With all the talk of what hats the Mets donned (or didn’t) Monday night, I figured I might relay an overdue bit of happiness I had locally on the 10th anniversary of 9/11 (I live in Brazil).
I’ve lived in São Paulo now for 14 months. I’m sorry if it’s sounds like I’m talking about a baby, but I thought this post could stand to be precise. In this time since I’ve relocated here, I’ve seen Yankees gear daily, and Red Sox and Dodgers gear about weekly. Jeez, I’ve even seen a guy in an Astros cap once. But it took exactly 421 days of living in the Southern Hemisphere’s biggest city to spot a stranger in public wearing a Mets t-shirt.
Look, if the team’s not winning, the least they can do is sell the brand internationally.
I mean, I’ve also seen at least two people here in Tennessee Titans jerseys. Do you remember the last time they won the Super Bowl?*
As you may know, soccer is king in Brazil, (with Formula One racing coming up second in popularity), but ESPN Brazil carrying Sunday Night and Monday Night Baseball is helping introduce or at least satisfy the small segment of the country who doesn’t feel like watching MLB.TV on their laptops. In all likelihood, those living here who care to watch baseball are either transplanted natives like me, or part of the well-educated, moneyed class who spent a few years working or going to school in the U.S. Anyway, those who aren’t just copycatting the Jay-Z requisite hip-hop guise of the Yankee cap have some interest in what they’re wearing and what that fashion choice represents (the actual team, American culture, rap, etc.). So why aren’t the Mets marketed better? Who doesn’t want a piece of the (sad, botched, downward-bound) pie?
I know that selling the sport to foreigners who weren’t raised on it is a tough sell that no WBC is ever going to fix. Three cases:
1.) When I brought my Brazilian brother-in-law to Citi Field in 2009, it was pretty difficult to explain the mayhem unfolding in front of him. Especially when Tim Redding was on the mound, there was a fielding error during one of the first at bats, and the Marlins had scored a pair of runs before we found our seats. It was much easier to just lead him back downstairs to the Beers of the World stand.
2.) A Brazilian friend of mine went to visit his sister in Toronto. Through some unlikely series of seemingly unrelated events that I can’t reveal in public, he wound up at a Blue Jays game. He couldn’t remember who they played. When I asked him what he thought, he smiled and said, “I didn’t like it. I didn’t know what was going on. And it was really slow.” Okay, fine. I could buy that.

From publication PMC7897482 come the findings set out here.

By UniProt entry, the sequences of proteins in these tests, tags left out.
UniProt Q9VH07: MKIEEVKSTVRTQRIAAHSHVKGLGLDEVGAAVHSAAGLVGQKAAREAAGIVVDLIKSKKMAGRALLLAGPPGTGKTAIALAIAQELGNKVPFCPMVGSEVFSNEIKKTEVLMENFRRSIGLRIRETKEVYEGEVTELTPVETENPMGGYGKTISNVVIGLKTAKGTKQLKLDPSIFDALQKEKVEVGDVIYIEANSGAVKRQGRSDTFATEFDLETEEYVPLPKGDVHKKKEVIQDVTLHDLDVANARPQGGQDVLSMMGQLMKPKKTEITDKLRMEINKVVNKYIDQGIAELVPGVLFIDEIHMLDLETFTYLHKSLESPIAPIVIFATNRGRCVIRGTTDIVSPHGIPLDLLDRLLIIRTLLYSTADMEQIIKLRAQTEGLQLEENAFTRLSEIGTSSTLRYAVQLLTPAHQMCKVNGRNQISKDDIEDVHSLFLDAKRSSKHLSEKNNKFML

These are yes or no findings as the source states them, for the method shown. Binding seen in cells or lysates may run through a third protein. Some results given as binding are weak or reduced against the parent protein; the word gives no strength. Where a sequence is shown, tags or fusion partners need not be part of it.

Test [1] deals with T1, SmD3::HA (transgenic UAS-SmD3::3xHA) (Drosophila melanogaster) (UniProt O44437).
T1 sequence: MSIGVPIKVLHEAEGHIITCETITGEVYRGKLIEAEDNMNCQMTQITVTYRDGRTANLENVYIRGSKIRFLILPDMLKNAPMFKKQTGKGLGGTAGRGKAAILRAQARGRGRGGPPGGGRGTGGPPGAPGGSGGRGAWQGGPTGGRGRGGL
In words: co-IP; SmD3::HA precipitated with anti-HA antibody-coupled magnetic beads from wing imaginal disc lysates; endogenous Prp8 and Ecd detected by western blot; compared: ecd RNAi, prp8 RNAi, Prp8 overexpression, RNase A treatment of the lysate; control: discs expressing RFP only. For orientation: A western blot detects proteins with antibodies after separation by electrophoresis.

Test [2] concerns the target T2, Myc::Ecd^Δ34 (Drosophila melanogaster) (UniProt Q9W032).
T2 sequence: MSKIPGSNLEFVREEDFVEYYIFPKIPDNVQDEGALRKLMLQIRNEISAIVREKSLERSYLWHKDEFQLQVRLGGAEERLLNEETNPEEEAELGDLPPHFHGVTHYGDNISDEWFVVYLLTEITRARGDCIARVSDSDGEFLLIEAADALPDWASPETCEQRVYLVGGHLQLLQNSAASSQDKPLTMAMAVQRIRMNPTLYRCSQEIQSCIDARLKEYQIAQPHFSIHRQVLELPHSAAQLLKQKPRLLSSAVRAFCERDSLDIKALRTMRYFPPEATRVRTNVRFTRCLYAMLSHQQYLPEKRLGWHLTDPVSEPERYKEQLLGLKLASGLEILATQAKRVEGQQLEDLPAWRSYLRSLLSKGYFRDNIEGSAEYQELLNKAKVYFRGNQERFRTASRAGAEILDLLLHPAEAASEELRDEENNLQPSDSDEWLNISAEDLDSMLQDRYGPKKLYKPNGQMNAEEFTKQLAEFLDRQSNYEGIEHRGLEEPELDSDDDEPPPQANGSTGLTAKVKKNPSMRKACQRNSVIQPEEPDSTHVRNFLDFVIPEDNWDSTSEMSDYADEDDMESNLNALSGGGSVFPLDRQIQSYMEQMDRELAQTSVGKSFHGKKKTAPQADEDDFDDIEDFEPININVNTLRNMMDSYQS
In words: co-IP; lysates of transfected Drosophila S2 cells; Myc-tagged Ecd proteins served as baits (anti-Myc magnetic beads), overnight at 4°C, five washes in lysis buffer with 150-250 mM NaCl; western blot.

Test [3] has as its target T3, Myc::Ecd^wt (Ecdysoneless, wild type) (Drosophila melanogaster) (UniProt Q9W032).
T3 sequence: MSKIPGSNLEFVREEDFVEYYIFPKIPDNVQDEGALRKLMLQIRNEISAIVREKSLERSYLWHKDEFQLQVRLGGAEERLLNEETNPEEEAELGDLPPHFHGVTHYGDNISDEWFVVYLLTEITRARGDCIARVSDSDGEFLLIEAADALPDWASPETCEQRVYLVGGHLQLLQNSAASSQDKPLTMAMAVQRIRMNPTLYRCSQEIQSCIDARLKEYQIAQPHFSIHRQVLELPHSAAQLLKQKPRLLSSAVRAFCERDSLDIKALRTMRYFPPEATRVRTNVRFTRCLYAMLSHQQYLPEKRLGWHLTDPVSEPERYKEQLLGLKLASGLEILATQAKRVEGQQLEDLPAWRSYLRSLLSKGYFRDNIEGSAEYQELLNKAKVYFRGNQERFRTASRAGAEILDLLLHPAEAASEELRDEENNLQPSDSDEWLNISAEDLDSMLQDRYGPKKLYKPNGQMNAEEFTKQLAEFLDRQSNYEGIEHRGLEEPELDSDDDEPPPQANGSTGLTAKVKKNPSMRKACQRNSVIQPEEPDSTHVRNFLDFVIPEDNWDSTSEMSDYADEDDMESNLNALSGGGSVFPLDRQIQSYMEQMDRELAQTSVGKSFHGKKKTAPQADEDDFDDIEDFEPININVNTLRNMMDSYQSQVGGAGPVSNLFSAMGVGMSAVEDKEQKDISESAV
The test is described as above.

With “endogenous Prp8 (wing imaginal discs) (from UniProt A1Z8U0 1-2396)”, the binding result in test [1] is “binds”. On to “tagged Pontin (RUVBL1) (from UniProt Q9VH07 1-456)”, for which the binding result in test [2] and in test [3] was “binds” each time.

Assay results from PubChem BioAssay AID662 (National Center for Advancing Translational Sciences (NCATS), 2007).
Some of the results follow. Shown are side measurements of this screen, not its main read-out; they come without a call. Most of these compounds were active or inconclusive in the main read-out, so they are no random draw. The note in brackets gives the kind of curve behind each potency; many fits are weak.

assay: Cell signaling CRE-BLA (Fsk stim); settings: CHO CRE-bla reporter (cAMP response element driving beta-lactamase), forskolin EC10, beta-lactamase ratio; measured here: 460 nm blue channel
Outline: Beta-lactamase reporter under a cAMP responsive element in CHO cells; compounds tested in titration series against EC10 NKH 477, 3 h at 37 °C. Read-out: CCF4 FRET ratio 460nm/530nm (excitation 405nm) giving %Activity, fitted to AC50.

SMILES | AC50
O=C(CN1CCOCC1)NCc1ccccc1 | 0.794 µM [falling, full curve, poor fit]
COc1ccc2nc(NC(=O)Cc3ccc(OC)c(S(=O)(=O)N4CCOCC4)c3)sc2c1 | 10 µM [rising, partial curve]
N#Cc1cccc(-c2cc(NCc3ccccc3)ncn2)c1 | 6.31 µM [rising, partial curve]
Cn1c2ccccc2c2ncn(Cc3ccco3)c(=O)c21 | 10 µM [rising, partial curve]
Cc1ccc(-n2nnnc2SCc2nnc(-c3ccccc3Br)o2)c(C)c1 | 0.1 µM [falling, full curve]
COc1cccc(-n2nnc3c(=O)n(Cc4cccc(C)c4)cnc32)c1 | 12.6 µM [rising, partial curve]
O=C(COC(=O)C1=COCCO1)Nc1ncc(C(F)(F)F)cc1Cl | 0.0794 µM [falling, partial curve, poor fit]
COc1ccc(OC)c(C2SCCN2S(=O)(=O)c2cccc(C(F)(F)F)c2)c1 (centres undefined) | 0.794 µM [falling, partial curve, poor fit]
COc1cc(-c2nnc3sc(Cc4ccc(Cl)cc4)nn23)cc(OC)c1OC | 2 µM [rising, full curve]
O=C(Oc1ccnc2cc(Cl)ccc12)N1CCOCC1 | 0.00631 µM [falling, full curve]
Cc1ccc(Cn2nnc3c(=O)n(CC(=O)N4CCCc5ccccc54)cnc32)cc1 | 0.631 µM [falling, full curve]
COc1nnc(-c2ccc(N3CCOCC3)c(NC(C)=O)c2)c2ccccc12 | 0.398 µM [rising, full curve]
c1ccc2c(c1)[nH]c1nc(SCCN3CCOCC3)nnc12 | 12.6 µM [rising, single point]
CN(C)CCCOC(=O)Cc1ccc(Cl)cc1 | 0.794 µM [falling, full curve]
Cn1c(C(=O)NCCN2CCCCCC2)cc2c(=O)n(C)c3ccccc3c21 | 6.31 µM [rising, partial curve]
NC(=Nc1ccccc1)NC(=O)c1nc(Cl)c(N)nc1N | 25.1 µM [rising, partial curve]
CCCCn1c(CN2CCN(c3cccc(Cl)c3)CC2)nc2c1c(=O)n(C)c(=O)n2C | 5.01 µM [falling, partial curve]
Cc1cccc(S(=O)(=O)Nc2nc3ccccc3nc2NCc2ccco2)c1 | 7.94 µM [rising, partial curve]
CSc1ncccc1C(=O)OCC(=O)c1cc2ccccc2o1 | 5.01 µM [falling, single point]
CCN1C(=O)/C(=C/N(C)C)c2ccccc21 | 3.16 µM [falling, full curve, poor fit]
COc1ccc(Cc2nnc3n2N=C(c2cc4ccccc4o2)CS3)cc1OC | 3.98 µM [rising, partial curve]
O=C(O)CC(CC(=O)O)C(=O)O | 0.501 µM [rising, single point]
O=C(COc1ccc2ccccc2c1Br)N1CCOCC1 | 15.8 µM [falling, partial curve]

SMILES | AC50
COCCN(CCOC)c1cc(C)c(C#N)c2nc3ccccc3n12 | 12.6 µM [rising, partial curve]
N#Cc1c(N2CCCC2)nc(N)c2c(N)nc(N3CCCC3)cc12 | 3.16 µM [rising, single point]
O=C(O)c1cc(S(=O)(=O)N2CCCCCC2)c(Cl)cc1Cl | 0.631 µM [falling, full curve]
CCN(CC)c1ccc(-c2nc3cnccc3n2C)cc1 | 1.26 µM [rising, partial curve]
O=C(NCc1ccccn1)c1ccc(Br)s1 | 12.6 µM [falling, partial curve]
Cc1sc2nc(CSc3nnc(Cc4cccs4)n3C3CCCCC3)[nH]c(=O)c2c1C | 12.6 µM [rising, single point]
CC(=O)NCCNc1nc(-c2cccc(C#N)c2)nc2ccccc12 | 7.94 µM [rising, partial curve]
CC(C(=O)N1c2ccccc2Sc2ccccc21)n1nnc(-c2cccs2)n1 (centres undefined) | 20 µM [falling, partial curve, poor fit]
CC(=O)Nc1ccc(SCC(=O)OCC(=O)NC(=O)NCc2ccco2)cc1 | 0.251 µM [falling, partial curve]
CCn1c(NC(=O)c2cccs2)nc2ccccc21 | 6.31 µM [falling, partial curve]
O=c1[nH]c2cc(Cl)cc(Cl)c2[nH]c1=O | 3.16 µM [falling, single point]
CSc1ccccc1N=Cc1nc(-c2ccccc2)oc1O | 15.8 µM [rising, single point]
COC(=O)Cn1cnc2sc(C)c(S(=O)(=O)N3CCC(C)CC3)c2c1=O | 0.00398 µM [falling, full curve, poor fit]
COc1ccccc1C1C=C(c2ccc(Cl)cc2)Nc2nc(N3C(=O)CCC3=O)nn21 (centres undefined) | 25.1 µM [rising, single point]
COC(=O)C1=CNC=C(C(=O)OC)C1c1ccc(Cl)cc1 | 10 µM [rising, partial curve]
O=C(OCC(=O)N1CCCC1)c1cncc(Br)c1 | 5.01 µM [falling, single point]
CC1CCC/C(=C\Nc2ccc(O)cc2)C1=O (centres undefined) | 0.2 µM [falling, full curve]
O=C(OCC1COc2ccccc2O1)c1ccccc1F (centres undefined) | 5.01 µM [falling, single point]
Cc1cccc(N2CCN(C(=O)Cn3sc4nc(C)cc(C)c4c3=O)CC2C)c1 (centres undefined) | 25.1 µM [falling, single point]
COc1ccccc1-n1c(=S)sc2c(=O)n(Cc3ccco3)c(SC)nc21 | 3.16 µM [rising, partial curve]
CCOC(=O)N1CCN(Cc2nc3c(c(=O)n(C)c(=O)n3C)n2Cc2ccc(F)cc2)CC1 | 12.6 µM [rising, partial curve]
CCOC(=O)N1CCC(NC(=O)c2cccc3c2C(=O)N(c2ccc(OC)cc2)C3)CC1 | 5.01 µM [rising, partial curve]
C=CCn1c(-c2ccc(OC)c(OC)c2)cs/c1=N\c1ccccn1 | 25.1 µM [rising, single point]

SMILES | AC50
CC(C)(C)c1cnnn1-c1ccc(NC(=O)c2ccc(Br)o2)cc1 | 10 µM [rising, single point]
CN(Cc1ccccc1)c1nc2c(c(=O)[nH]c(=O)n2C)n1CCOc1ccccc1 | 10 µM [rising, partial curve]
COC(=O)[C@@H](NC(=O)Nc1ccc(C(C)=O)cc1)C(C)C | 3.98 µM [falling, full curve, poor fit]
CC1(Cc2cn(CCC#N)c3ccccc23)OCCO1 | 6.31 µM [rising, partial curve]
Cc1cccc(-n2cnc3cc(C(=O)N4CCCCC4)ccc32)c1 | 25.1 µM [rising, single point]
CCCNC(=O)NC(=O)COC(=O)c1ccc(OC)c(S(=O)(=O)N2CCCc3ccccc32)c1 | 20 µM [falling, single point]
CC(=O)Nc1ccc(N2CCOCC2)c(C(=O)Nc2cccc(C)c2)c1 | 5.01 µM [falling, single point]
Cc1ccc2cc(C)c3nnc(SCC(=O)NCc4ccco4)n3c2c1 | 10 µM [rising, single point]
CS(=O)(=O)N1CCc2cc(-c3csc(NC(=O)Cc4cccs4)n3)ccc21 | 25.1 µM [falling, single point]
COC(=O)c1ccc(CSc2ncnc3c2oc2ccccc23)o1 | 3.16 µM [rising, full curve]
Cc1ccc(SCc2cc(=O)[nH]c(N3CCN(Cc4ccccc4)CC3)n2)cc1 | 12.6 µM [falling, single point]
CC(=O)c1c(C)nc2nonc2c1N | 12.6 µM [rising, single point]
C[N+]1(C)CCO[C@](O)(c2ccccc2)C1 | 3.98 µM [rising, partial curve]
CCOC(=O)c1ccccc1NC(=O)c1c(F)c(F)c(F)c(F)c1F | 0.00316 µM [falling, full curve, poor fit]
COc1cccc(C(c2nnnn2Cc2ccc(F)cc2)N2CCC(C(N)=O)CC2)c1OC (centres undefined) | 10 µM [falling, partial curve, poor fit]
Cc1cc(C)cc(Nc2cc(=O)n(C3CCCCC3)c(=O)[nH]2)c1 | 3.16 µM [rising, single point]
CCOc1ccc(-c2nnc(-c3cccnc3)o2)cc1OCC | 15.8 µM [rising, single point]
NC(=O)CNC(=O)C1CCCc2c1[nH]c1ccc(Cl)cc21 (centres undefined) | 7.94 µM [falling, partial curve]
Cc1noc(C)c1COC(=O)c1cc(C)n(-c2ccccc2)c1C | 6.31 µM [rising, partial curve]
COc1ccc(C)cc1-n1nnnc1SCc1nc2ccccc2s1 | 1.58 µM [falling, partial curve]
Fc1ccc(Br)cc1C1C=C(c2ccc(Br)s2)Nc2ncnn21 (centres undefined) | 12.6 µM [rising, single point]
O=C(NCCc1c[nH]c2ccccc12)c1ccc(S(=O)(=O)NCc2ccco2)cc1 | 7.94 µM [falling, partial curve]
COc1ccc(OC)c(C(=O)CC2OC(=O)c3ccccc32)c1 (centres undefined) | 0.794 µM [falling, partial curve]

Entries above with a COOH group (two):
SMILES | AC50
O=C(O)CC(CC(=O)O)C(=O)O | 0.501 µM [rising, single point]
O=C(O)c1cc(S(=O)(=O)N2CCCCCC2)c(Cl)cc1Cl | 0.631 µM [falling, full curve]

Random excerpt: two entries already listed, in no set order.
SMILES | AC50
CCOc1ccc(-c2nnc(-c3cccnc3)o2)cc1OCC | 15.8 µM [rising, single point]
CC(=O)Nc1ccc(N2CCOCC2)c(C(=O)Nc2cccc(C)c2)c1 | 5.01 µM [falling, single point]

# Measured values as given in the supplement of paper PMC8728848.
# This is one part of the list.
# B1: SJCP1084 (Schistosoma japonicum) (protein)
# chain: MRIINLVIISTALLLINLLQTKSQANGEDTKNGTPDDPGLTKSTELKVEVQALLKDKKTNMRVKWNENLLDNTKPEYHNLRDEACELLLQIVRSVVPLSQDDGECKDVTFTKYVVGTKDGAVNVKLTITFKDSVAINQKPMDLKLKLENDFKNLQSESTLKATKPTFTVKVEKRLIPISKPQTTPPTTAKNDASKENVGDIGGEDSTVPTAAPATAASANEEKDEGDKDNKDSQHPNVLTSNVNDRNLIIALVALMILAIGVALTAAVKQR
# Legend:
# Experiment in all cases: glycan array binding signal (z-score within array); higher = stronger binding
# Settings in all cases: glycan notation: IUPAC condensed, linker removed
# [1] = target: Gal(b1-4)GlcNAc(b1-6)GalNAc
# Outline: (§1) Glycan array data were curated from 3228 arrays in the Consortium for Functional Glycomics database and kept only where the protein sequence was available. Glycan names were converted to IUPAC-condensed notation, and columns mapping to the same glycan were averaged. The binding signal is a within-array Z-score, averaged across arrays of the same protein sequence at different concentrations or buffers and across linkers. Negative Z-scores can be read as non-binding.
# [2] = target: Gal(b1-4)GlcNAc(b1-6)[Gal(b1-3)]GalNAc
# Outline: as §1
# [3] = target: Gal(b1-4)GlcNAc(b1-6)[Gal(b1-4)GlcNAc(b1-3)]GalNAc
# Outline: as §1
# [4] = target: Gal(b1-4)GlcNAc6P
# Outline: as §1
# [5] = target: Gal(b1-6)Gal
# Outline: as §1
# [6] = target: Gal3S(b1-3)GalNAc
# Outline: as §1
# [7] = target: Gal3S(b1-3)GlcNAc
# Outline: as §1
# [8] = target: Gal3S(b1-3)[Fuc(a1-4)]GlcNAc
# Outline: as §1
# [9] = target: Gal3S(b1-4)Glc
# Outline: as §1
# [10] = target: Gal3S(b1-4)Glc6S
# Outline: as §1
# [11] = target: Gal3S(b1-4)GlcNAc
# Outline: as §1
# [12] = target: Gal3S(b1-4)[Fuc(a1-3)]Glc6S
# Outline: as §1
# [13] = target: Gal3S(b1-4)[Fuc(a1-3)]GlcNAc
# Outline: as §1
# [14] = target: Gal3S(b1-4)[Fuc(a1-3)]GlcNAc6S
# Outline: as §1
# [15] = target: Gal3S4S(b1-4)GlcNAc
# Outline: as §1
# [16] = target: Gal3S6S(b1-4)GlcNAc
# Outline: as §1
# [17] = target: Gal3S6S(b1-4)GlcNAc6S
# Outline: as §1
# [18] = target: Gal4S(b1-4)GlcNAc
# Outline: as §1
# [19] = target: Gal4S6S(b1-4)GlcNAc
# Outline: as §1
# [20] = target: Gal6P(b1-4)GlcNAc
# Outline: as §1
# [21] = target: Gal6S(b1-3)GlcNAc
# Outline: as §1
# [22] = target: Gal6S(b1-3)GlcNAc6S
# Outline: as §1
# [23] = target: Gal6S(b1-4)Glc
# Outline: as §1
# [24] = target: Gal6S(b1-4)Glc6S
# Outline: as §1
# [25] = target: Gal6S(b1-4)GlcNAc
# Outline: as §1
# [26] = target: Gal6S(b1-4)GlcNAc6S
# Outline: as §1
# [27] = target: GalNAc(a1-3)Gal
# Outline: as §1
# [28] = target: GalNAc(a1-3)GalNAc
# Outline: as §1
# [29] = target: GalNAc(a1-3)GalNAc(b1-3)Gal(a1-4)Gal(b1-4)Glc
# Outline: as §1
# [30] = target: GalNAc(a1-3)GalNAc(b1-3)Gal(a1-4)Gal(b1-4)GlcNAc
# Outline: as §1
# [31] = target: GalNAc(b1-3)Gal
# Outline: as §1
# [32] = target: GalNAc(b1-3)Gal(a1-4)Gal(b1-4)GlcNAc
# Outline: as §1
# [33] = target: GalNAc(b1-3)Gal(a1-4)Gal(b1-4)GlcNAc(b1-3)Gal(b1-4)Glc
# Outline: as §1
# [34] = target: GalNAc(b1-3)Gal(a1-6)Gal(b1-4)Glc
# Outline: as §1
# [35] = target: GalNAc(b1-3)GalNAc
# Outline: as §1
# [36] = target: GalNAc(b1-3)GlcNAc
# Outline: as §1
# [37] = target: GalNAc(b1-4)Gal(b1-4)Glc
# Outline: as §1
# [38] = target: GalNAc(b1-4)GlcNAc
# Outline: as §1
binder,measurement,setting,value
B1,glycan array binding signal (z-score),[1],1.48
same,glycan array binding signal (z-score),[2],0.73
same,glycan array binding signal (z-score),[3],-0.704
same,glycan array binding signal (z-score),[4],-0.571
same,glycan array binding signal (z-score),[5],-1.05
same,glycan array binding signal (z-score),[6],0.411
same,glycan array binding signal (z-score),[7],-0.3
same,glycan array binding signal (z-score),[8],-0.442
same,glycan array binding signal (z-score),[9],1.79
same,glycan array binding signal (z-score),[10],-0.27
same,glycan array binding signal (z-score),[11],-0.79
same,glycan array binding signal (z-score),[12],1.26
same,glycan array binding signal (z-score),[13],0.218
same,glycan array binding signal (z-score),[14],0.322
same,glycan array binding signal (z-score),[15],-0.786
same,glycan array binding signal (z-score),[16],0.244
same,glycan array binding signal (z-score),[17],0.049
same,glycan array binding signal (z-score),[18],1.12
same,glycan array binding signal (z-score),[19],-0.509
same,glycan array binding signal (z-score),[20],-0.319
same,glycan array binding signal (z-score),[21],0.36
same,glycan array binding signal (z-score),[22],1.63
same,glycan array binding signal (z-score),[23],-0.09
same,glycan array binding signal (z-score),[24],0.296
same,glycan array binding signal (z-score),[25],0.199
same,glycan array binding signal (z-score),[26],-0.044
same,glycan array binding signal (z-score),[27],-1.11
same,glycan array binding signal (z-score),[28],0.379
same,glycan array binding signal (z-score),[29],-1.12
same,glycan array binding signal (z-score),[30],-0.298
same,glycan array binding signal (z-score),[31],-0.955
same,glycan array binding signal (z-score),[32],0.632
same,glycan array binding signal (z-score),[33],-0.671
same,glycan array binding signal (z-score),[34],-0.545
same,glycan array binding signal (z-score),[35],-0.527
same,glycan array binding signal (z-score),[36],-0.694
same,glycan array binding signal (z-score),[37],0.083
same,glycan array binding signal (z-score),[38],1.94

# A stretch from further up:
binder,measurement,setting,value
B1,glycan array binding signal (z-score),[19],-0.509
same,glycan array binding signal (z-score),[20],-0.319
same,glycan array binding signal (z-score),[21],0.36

3.) At dinner a few weeks ago with model/actress/singer Luisa Moraes (no, I’m not kidding), she was explaining how she just returned from a few months living in Brooklyn. When my wife mentioned I contribute to this blog (see, I’m really not kidding), she said, “Oh! I went to a Mets game. They play in Jersey, right?” The identity of the team just doesn’t take. Could be because she’s one of the chicks riding in the backseat with Jay-Z and Kanye in their “Otis” video. Look, she might be nearly naked, but she’s not stupid.
Whatever the cause for Flushing’s lack of global success, you can bet there are thousands of people in my very populated city who also don’t necessary like baseball, don’t know what’s going on, don’t care it’s slow, and don’t even remember where the team actually plays, because airline luggage maximums or import taxes aside, they still want that shiny Boston jacket, dammit. So tell me again why the international market isn’t clamoring for their very own Pelfrey jerseys? (Don’t answer that.)
I know, I’ve asked too many questions and offered too few answers in this rambling invective. It’s either the cough syrup or the Washington Nationals …. but the long and the short of it is this: yesterday, by the Burger King in the mall food court, there was a slightly overweight gentleman in his forties, waiting with his wee daughter for his wife to bring over the family’s meal. The dude was grumpy, out of shape, unshaven and noticeably irritated. He was a winner. He was in a Mets T-shirt.
It was a generic MLB-produced one with the orange NY logo in a home plate shape design. I would have congratulated him, but between my crappy Portuguese and the look on his face I figured it best to make a mental note and walk away. Maybe I didn’t want to find out he had no idea who the Mets were, and that someone gave it to him as a gift, grabbing the first thing he or she saw on an outbound flight out of JFK. Maybe I should have photographed him and sent a copy to Joe Torre to let him know it appeared to be official MLB merchandise so no henchmen need be deployed off the coast of Santos. Maybe he would have punched me in the face. The guy in the Mets shirt or Joe Torre. Or both. Lord knows they wouldn’t be the first.
Oh, and not that anyone asked, but yeah–the shirt was black.
*(1960 and 1961 if you count the AFL Championship finals, but those aren’t Super Bowls so they don’t count. Is this a baseball blog?)
About the Author
CM Gorey is a writer and musician from New York who lives in São Paulo, Brazil. A contributing writer for Time Out São Paulo magazine and online arts magazine Thalo, he is also a composer of TV and film soundtracks, and performer with the electro outfit White Light Lametta. Suffering from a distance, he watches slowly generated, pixelated Mets games on an old netbook. After careful consideration, he has to admit that the return to the classic uniforms was a smart choice, regardless of his penchant for black uniforms.